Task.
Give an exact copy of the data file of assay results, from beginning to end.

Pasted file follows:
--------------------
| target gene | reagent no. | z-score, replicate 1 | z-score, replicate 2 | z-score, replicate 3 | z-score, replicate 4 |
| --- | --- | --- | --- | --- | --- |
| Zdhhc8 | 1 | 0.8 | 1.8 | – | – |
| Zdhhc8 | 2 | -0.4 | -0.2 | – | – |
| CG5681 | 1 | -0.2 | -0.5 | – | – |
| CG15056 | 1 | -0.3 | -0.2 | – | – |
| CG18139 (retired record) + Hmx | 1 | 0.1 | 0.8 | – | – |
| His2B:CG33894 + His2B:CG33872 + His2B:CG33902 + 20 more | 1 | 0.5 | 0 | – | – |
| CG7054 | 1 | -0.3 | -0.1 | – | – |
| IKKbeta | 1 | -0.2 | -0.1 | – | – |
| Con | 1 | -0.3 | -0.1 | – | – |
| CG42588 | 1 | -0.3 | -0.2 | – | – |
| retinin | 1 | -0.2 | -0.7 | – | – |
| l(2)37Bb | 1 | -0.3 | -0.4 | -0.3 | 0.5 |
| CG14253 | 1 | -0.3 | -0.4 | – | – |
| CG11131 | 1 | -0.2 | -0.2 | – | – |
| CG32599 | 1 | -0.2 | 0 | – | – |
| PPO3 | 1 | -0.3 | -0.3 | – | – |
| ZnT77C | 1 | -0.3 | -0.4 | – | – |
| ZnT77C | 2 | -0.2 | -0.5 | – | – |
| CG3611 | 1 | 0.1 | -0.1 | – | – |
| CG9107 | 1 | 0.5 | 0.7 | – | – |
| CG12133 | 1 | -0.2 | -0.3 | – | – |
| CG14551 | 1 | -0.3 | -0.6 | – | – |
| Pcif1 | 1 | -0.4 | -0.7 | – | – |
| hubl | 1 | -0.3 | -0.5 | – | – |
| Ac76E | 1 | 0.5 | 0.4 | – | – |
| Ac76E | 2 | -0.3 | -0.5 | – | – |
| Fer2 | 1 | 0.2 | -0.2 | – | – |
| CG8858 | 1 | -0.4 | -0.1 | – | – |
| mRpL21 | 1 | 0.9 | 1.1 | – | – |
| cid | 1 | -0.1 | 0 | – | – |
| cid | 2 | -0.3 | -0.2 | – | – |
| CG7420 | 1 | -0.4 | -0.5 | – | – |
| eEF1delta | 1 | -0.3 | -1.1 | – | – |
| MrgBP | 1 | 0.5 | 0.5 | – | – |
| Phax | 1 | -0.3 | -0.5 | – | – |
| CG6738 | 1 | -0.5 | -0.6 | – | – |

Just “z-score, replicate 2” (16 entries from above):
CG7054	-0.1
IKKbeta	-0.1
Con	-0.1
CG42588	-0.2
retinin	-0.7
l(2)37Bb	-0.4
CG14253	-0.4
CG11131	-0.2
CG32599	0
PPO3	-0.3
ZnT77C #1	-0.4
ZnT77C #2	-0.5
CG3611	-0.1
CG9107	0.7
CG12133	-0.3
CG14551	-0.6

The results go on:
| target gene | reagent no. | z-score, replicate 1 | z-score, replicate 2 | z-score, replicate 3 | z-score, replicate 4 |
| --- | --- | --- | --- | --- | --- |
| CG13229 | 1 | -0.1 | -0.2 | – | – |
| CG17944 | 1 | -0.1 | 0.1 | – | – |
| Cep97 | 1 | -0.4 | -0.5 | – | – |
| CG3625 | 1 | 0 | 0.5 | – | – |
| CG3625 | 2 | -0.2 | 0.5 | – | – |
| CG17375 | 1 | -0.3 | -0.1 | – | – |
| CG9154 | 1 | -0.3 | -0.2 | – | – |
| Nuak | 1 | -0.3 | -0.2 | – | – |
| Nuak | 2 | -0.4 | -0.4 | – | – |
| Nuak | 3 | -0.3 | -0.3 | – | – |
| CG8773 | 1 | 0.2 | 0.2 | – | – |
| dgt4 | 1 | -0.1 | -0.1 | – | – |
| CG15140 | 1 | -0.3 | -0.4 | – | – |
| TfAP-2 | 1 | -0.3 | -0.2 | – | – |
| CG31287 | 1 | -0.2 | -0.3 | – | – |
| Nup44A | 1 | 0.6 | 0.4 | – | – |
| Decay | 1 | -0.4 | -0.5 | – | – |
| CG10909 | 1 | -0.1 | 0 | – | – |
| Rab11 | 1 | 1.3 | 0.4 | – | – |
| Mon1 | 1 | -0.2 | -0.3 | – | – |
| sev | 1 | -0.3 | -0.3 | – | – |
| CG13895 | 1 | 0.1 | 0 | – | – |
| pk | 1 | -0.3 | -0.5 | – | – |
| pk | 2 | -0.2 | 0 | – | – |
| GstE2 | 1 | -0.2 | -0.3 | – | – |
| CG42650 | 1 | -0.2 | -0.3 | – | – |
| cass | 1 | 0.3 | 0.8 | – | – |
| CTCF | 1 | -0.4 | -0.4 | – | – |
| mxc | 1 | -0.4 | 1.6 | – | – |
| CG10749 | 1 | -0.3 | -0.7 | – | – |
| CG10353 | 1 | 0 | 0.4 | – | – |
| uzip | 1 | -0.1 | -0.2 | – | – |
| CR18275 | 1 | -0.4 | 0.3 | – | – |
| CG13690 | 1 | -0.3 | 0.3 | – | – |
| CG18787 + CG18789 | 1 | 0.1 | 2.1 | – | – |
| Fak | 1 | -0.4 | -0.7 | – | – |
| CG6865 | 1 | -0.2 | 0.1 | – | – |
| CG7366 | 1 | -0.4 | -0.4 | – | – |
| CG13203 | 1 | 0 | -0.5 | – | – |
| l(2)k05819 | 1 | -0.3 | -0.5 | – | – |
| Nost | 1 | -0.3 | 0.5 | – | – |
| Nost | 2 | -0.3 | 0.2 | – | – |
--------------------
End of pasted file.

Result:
| target gene | reagent no. | z-score, replicate 1 | z-score, replicate 2 | z-score, replicate 3 | z-score, replicate 4 |
| --- | --- | --- | --- | --- | --- |
| Zdhhc8 | 1 | 0.8 | 1.8 | – | – |
| Zdhhc8 | 2 | -0.4 | -0.2 | – | – |
| CG5681 | 1 | -0.2 | -0.5 | – | – |
| CG15056 | 1 | -0.3 | -0.2 | – | – |
| CG18139 (retired record) + Hmx | 1 | 0.1 | 0.8 | – | – |
| His2B:CG33894 + His2B:CG33872 + His2B:CG33902 + 20 more | 1 | 0.5 | 0 | – | – |
| CG7054 | 1 | -0.3 | -0.1 | – | – |
| IKKbeta | 1 | -0.2 | -0.1 | – | – |
| Con | 1 | -0.3 | -0.1 | – | – |
| CG42588 | 1 | -0.3 | -0.2 | – | – |
| retinin | 1 | -0.2 | -0.7 | – | – |
| l(2)37Bb | 1 | -0.3 | -0.4 | -0.3 | 0.5 |
| CG14253 | 1 | -0.3 | -0.4 | – | – |
| CG11131 | 1 | -0.2 | -0.2 | – | – |
| CG32599 | 1 | -0.2 | 0 | – | – |
| PPO3 | 1 | -0.3 | -0.3 | – | – |
| ZnT77C | 1 | -0.3 | -0.4 | – | – |
| ZnT77C | 2 | -0.2 | -0.5 | – | – |
| CG3611 | 1 | 0.1 | -0.1 | – | – |
| CG9107 | 1 | 0.5 | 0.7 | – | – |
| CG12133 | 1 | -0.2 | -0.3 | – | – |
| CG14551 | 1 | -0.3 | -0.6 | – | – |
| Pcif1 | 1 | -0.4 | -0.7 | – | – |
| hubl | 1 | -0.3 | -0.5 | – | – |
| Ac76E | 1 | 0.5 | 0.4 | – | – |
| Ac76E | 2 | -0.3 | -0.5 | – | – |
| Fer2 | 1 | 0.2 | -0.2 | – | – |
| CG8858 | 1 | -0.4 | -0.1 | – | – |
| mRpL21 | 1 | 0.9 | 1.1 | – | – |
| cid | 1 | -0.1 | 0 | – | – |
| cid | 2 | -0.3 | -0.2 | – | – |
| CG7420 | 1 | -0.4 | -0.5 | – | – |
| eEF1delta | 1 | -0.3 | -1.1 | – | – |
| MrgBP | 1 | 0.5 | 0.5 | – | – |
| Phax | 1 | -0.3 | -0.5 | – | – |
| CG6738 | 1 | -0.5 | -0.6 | – | – |

Just “z-score, replicate 2” (16 entries from above):
CG7054	-0.1
IKKbeta	-0.1
Con	-0.1
CG42588	-0.2
retinin	-0.7
l(2)37Bb	-0.4
CG14253	-0.4
CG11131	-0.2
CG32599	0
PPO3	-0.3
ZnT77C #1	-0.4
ZnT77C #2	-0.5
CG3611	-0.1
CG9107	0.7
CG12133	-0.3
CG14551	-0.6

The results go on:
| target gene | reagent no. | z-score, replicate 1 | z-score, replicate 2 | z-score, replicate 3 | z-score, replicate 4 |
| --- | --- | --- | --- | --- | --- |
| CG13229 | 1 | -0.1 | -0.2 | – | – |
| CG17944 | 1 | -0.1 | 0.1 | – | – |
| Cep97 | 1 | -0.4 | -0.5 | – | – |
| CG3625 | 1 | 0 | 0.5 | – | – |
| CG3625 | 2 | -0.2 | 0.5 | – | – |
| CG17375 | 1 | -0.3 | -0.1 | – | – |
| CG9154 | 1 | -0.3 | -0.2 | – | – |
| Nuak | 1 | -0.3 | -0.2 | – | – |
| Nuak | 2 | -0.4 | -0.4 | – | – |
| Nuak | 3 | -0.3 | -0.3 | – | – |
| CG8773 | 1 | 0.2 | 0.2 | – | – |
| dgt4 | 1 | -0.1 | -0.1 | – | – |
| CG15140 | 1 | -0.3 | -0.4 | – | – |
| TfAP-2 | 1 | -0.3 | -0.2 | – | – |
| CG31287 | 1 | -0.2 | -0.3 | – | – |
| Nup44A | 1 | 0.6 | 0.4 | – | – |
| Decay | 1 | -0.4 | -0.5 | – | – |
| CG10909 | 1 | -0.1 | 0 | – | – |
| Rab11 | 1 | 1.3 | 0.4 | – | – |
| Mon1 | 1 | -0.2 | -0.3 | – | – |
| sev | 1 | -0.3 | -0.3 | – | – |
| CG13895 | 1 | 0.1 | 0 | – | – |
| pk | 1 | -0.3 | -0.5 | – | – |
| pk | 2 | -0.2 | 0 | – | – |
| GstE2 | 1 | -0.2 | -0.3 | – | – |
| CG42650 | 1 | -0.2 | -0.3 | – | – |
| cass | 1 | 0.3 | 0.8 | – | – |
| CTCF | 1 | -0.4 | -0.4 | – | – |
| mxc | 1 | -0.4 | 1.6 | – | – |
| CG10749 | 1 | -0.3 | -0.7 | – | – |
| CG10353 | 1 | 0 | 0.4 | – | – |
| uzip | 1 | -0.1 | -0.2 | – | – |
| CR18275 | 1 | -0.4 | 0.3 | – | – |
| CG13690 | 1 | -0.3 | 0.3 | – | – |
| CG18787 + CG18789 | 1 | 0.1 | 2.1 | – | – |
| Fak | 1 | -0.4 | -0.7 | – | – |
| CG6865 | 1 | -0.2 | 0.1 | – | – |
| CG7366 | 1 | -0.4 | -0.4 | – | – |
| CG13203 | 1 | 0 | -0.5 | – | – |
| l(2)k05819 | 1 | -0.3 | -0.5 | – | – |
| Nost | 1 | -0.3 | 0.5 | – | – |
| Nost | 2 | -0.3 | 0.2 | – | – |